Friday, March 20, 2009

Advantage Gatland in the Mind Game

If there were a Geneva Convention for pre-match banter, Welsh coach Warren Gatland would be getting a stern letter this week from Mr Ban Ki-Moon. Gatland’s remarks during the week about the Welsh hating the Irish was the equivalent of some African warlord dropping a dose of beriberi onto one of his neighbours from the clear blue sky, with a spot of whooping cough thrown in for luck.

What’s particularly tricky to figure out about what Gatland said is that the Welsh don’t hate the Irish at all. The Welsh hate the English, just like everybody else. The English hate the French, themselves, and the French, naturally enough, hate them back.

So why then did Gatland say it if it’s patently not so?

He said it because Gatland is a master of psychological warfare. Gatland lived in Ireland long enough to pick up a few traits about the Irish psyche, and the particular one that he’s thinking about here is the tremendous Irish need to be loved.

It’s not enough for Ireland to win a Grand Slam, even though Ireland haven’t won one for sixty-one years. There is a tremendous need for the Irish to be acknowledged as a great as well. If we don’t get the pat on the head, the nation pouts like a teenager.

If we stepped back a little, we could see that glory and Grand Slams are not necessarily the same thing. David Sole’s Grand Slam team of 1990 – and it by no means An Spailpín’s intention to have a cut at the Scots, God love them – were by no means a glorious team but the record book shows 1990, Grand Slam, Scotland, and that’s all that counts.

Gatland is clearly fully aware of this insecurity in the Irish psyche, this tremendous need. He’s also aware of that word that rhymes with poke, and joke, and coke, and the Irish connection with same over the years. So, like Begbie in Trainspotting throwing the glass over the stairs to see what would happen, Gatland has rolled his hand grenade in under the Irish door and walked away laughing.

He’s a sly dog, Gatland. The Irish are blessed in that Declan Kidney is no eejit either, but it is a sad truth that teams have been psyched out of games before by soft chat in the press, and England are the most famous example of that.

Brian Moore has been unfairly criticised in Ireland for calling the Irish chokers two years ago, but anyone who took the trouble to read what he wrote will notice that Moore was upfront about why it bothered him so much. Because Moore himself was hooker and pack leader on the England team that choked against Scotland in 1990, and then choked again against Australia in the World Cup Final the year after.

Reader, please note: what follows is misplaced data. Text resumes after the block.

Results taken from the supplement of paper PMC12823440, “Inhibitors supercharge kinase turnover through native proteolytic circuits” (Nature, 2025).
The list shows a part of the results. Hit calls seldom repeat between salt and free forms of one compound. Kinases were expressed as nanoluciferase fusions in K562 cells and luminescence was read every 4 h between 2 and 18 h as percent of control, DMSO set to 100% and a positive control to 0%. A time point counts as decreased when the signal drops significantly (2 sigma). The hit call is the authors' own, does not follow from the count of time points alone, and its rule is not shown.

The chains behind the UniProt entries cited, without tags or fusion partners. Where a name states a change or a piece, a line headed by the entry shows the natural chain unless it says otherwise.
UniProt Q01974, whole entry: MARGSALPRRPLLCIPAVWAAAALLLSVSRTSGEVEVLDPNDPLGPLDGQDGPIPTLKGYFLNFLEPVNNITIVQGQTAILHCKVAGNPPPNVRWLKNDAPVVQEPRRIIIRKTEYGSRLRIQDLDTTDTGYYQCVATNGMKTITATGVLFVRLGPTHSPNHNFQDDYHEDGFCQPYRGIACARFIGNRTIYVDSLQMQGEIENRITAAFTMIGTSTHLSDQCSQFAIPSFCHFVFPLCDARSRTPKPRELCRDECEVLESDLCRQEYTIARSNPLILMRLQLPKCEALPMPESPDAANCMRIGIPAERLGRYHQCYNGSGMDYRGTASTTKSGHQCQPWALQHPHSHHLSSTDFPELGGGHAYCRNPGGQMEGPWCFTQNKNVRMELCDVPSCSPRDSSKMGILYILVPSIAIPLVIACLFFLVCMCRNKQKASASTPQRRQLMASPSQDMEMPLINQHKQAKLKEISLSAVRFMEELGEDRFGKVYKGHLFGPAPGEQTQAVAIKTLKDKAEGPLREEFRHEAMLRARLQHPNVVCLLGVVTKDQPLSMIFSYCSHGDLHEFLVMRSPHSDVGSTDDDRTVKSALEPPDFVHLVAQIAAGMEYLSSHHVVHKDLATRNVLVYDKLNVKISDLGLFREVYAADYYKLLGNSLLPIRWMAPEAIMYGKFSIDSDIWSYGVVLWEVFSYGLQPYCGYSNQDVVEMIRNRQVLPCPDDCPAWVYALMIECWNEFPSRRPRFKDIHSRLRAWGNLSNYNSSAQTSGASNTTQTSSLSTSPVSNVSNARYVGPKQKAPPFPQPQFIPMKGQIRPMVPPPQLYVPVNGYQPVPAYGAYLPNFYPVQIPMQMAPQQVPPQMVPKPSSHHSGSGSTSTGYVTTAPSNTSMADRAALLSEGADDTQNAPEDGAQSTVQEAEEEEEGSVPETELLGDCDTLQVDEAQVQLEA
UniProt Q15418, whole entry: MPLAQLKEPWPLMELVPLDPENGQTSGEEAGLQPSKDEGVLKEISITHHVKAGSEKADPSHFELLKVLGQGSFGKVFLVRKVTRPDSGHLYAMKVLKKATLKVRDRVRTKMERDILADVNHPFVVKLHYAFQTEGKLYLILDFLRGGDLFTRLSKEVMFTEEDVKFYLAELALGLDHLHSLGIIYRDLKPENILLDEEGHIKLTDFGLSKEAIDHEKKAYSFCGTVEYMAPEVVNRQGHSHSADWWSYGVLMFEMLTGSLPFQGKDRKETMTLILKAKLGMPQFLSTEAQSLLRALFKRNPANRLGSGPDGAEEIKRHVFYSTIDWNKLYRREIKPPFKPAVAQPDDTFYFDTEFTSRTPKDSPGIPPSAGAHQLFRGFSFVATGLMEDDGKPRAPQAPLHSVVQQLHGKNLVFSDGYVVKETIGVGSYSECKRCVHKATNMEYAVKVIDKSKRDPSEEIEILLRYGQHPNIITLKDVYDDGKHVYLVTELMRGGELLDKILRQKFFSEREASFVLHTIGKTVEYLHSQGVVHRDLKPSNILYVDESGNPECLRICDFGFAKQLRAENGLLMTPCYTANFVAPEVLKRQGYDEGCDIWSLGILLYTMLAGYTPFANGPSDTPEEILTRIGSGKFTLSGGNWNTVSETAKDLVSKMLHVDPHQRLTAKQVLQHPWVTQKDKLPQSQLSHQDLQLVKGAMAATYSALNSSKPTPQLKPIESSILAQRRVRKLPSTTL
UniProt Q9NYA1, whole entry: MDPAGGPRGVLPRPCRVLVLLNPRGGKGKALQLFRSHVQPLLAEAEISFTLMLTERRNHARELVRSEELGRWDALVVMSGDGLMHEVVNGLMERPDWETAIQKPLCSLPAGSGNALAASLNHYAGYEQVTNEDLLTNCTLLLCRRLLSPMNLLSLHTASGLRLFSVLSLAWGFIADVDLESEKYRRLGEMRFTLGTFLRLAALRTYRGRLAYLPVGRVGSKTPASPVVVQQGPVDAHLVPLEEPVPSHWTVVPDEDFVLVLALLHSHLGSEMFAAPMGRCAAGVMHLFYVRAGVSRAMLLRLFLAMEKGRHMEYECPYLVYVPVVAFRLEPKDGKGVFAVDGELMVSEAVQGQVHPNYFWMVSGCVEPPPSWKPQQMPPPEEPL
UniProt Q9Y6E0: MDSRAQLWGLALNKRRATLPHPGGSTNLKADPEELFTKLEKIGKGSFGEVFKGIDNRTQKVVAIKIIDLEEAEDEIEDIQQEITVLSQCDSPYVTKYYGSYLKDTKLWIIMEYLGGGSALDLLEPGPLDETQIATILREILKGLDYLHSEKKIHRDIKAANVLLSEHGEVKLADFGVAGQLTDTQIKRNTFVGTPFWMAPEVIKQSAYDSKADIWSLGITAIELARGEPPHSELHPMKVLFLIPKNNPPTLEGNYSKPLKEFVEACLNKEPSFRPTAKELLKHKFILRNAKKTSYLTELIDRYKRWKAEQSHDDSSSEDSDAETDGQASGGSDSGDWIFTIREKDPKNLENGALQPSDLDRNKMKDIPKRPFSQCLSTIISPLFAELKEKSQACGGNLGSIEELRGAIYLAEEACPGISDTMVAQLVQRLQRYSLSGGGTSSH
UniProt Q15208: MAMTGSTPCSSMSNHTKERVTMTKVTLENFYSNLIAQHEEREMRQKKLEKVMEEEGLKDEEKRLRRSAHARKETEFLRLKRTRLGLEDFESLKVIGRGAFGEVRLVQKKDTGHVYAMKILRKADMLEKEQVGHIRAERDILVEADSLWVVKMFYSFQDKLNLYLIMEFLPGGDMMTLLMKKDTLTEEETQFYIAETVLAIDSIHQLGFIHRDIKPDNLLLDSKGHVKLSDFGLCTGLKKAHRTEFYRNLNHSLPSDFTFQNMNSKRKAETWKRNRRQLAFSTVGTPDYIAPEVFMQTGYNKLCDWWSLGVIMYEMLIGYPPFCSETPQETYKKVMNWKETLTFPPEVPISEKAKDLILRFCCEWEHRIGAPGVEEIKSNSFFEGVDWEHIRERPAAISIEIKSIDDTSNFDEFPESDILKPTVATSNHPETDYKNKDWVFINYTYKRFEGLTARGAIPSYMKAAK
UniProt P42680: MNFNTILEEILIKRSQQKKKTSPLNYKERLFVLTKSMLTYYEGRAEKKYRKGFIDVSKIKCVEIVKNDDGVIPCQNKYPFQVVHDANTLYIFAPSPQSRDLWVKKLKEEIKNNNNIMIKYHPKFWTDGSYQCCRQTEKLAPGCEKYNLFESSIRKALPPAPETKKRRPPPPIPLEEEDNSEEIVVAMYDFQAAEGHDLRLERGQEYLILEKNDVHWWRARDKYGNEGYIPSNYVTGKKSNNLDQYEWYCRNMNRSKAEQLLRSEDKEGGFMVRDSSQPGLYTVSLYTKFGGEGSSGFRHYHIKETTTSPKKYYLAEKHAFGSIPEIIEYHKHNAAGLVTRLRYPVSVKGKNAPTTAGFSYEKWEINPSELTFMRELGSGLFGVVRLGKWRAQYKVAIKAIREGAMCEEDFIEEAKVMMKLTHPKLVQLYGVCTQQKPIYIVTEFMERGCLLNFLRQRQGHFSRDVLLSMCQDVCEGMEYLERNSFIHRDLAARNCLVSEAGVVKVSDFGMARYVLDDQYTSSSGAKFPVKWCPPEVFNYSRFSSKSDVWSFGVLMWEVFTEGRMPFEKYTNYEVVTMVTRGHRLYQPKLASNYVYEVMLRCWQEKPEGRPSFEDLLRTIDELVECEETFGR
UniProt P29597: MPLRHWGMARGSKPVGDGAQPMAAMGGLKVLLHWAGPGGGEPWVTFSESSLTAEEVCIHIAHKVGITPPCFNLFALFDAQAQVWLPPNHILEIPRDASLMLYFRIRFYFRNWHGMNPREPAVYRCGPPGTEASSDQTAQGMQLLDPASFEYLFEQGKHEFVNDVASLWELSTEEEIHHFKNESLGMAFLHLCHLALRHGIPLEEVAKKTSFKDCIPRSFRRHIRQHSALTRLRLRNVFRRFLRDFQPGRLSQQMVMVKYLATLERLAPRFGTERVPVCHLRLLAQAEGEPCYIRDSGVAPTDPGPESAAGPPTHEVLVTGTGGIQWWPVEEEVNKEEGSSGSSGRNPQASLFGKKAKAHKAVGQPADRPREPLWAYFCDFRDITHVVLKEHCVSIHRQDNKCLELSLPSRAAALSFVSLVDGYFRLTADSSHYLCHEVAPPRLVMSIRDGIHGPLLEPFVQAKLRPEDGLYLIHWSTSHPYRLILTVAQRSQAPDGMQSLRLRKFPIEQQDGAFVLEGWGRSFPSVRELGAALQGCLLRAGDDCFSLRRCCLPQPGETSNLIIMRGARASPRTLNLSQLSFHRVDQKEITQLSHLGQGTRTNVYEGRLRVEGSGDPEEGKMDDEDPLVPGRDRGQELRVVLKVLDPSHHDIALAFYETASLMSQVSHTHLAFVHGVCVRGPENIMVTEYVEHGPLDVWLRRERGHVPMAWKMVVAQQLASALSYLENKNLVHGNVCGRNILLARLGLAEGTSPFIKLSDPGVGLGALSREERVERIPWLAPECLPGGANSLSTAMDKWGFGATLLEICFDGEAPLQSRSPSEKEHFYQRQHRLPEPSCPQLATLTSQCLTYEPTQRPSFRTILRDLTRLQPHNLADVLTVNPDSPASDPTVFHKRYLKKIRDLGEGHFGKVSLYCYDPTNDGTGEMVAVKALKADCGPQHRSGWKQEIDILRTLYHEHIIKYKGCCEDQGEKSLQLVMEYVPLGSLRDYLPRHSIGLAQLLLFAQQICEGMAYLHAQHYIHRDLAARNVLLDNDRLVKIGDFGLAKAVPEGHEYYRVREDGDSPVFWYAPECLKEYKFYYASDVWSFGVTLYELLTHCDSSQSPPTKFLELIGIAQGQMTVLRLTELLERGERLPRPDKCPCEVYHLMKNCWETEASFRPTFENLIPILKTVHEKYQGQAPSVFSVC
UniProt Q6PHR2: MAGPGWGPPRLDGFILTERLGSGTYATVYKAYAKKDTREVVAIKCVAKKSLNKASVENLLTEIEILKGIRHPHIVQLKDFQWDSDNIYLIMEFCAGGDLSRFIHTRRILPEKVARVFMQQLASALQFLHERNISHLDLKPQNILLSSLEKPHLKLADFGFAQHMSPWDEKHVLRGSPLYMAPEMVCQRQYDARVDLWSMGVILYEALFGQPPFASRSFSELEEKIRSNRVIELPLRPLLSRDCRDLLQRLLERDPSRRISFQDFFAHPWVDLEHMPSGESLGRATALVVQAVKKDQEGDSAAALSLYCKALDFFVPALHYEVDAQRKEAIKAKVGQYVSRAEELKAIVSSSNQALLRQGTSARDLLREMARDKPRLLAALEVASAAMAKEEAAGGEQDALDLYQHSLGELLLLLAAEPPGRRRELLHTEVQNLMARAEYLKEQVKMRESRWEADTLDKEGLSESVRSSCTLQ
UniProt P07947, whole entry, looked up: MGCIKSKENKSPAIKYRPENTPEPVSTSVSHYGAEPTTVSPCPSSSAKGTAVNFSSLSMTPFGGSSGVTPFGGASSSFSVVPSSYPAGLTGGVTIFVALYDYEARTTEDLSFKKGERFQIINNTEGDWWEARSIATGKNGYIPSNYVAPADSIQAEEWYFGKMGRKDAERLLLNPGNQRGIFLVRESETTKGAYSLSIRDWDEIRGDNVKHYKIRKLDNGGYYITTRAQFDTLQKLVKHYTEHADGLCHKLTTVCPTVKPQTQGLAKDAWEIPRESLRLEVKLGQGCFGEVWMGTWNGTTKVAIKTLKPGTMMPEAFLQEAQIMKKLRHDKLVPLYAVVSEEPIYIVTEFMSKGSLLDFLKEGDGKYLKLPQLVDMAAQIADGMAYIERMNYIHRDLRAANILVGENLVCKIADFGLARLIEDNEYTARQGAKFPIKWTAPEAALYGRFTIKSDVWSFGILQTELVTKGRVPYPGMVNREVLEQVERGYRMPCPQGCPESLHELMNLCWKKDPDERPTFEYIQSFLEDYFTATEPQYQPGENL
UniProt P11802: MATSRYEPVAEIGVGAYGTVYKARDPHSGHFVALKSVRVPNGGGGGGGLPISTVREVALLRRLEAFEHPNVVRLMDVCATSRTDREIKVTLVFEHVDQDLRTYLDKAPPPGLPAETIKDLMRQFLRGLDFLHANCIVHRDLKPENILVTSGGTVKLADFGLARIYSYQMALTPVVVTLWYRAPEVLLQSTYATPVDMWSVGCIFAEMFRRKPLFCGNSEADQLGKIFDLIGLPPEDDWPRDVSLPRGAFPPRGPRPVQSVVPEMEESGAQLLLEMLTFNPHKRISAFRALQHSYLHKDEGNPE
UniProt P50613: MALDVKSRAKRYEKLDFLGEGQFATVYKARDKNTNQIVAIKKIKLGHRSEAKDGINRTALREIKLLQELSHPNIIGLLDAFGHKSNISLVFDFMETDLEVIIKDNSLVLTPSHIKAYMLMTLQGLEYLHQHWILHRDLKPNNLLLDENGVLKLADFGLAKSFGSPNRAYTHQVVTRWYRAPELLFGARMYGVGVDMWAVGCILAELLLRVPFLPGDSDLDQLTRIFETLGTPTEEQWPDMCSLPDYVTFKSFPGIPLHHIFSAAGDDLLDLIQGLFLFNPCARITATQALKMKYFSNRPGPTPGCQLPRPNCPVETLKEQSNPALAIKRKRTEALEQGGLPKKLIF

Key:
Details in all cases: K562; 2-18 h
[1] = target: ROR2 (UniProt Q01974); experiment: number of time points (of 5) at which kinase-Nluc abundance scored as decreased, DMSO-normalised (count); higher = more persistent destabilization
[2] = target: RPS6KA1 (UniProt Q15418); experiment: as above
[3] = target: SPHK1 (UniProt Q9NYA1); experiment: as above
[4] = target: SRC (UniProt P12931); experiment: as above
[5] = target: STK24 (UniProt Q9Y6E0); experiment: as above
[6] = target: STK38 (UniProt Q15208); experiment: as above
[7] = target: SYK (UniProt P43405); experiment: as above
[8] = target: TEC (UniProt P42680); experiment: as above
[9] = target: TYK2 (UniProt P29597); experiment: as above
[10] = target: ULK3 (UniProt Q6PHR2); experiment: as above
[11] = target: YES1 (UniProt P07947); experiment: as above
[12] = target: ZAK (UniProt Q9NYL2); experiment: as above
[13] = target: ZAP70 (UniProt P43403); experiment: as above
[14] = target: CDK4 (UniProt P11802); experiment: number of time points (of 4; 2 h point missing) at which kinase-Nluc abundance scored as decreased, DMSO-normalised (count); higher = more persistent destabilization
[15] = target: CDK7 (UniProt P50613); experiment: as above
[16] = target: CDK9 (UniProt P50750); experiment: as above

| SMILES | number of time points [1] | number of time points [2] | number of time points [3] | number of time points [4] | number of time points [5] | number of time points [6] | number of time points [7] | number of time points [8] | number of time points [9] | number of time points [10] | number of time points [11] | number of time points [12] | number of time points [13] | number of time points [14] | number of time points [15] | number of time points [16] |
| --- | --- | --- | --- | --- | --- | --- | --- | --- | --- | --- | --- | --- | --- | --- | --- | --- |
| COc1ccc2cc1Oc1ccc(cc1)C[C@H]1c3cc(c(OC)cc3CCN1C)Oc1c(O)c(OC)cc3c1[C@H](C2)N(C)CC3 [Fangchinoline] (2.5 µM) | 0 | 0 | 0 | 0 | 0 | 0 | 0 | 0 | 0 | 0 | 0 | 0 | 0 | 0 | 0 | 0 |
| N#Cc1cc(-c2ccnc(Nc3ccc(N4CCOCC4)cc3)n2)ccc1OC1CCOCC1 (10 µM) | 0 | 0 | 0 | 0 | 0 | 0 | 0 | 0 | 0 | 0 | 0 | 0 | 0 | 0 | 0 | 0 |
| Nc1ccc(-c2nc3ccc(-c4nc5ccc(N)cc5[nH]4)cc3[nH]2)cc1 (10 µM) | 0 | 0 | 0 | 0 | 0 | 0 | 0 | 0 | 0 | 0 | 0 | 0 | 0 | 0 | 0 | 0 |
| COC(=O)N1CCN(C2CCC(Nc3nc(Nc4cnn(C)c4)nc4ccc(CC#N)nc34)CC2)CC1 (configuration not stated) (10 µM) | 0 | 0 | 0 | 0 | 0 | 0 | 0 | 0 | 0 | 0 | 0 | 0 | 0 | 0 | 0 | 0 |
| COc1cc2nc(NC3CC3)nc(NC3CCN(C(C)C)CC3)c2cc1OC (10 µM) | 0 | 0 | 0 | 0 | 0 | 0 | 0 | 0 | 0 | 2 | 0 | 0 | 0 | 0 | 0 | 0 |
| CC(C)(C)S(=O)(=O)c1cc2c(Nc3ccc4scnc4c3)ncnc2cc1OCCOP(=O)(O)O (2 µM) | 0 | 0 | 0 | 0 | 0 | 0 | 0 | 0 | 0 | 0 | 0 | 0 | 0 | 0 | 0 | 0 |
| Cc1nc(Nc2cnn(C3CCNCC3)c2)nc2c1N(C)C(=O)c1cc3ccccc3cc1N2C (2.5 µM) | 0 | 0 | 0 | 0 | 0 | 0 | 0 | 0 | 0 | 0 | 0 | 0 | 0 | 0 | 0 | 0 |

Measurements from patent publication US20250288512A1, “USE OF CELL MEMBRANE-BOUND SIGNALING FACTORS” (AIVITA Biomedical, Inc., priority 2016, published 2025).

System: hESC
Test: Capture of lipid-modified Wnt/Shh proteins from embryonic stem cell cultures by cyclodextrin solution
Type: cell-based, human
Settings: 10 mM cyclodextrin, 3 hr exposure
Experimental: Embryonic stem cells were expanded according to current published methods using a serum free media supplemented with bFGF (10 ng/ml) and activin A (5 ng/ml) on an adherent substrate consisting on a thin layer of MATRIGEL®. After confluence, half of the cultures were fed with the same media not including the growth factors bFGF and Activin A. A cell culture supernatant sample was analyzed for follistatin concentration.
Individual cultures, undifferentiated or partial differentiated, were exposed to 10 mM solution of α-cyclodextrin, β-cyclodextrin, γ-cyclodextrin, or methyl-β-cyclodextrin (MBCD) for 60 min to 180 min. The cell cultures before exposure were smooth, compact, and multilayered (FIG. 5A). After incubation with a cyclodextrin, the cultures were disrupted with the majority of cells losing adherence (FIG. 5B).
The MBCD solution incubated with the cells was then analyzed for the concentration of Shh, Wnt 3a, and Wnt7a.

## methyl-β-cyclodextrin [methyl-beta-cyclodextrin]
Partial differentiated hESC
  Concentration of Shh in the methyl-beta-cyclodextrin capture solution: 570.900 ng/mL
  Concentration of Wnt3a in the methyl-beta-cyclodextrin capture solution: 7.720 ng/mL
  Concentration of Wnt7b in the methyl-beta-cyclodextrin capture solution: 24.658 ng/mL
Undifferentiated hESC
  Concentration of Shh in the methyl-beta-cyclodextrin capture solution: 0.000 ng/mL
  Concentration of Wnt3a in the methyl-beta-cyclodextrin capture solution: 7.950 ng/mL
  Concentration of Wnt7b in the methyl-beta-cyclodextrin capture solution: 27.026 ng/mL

The story bears repeating. 1988 was a red-letter year in English rugby. The selectors finally did away with the Corinthian ethos that saw quality players being regularly dropped for fear of chaps getting too big for their boots, and instead boiled their rugby right down to brass tacks. Rob Andrew kicked the ball ahead of their pack and bad men like Mickey Teague and Wade Dooley chased after it, giving no quarter to whomever or whatever got in their way.

By 1991 England were unstoppable, grinding their way through opposition like so many locusts fed exclusively on bully beef. In the World Cup Final that year, England faced their antithesis, Australia, a flair team epitomised by the mercurial David Campese on the wing, one of the greatest players ever to play the game.

Campese knew that Australia stood no chance in a battle in the trenches with England. So he spent the week before the final giving interview after interview saying that England were destroying the game with their ten man game and it broke his bloody heart to think of the game he loved, a game about boys running with ball in hand and the wind in their hair, being crushed by the fearsome hooves of the yeomanry.

All balls, of course. Australia is not a rugby nation. They’d play League if only they were let, and they’re doing their damnedest to turn Union into League with those cursed ELVs.

But Campese was an exceptional talent, and a masterful student of the human condition. Campese looked into the soul of English rugby and saw Roundheads who wanted to be Cavaliers. Campese’s goading caused England to change their gameplan as they tried to play the Australians at the Australian game in the final. England were wiped out, Campese laughed his way back to Australia with the Webb Ellis Trophy under his arm, and Brian Moore is still bitter eighteen years on.

The parallel is not exact but the level of psychological insight is the same – sublime. And worse, the last time Ireland played for a Grand Slam they fell for another psychological trick. The Irish huffed and puffed over the insult to our President in 2003, but if they were that upset they would have trooped off and let the International Board sort it out. But the Irish are too afraid of being unpopular, so they let Johnson pull their pigtails, and then payed the price when the game began.

This same need to be loved is what Warren Gatland is playing on so expertly now. How will Ireland respond?

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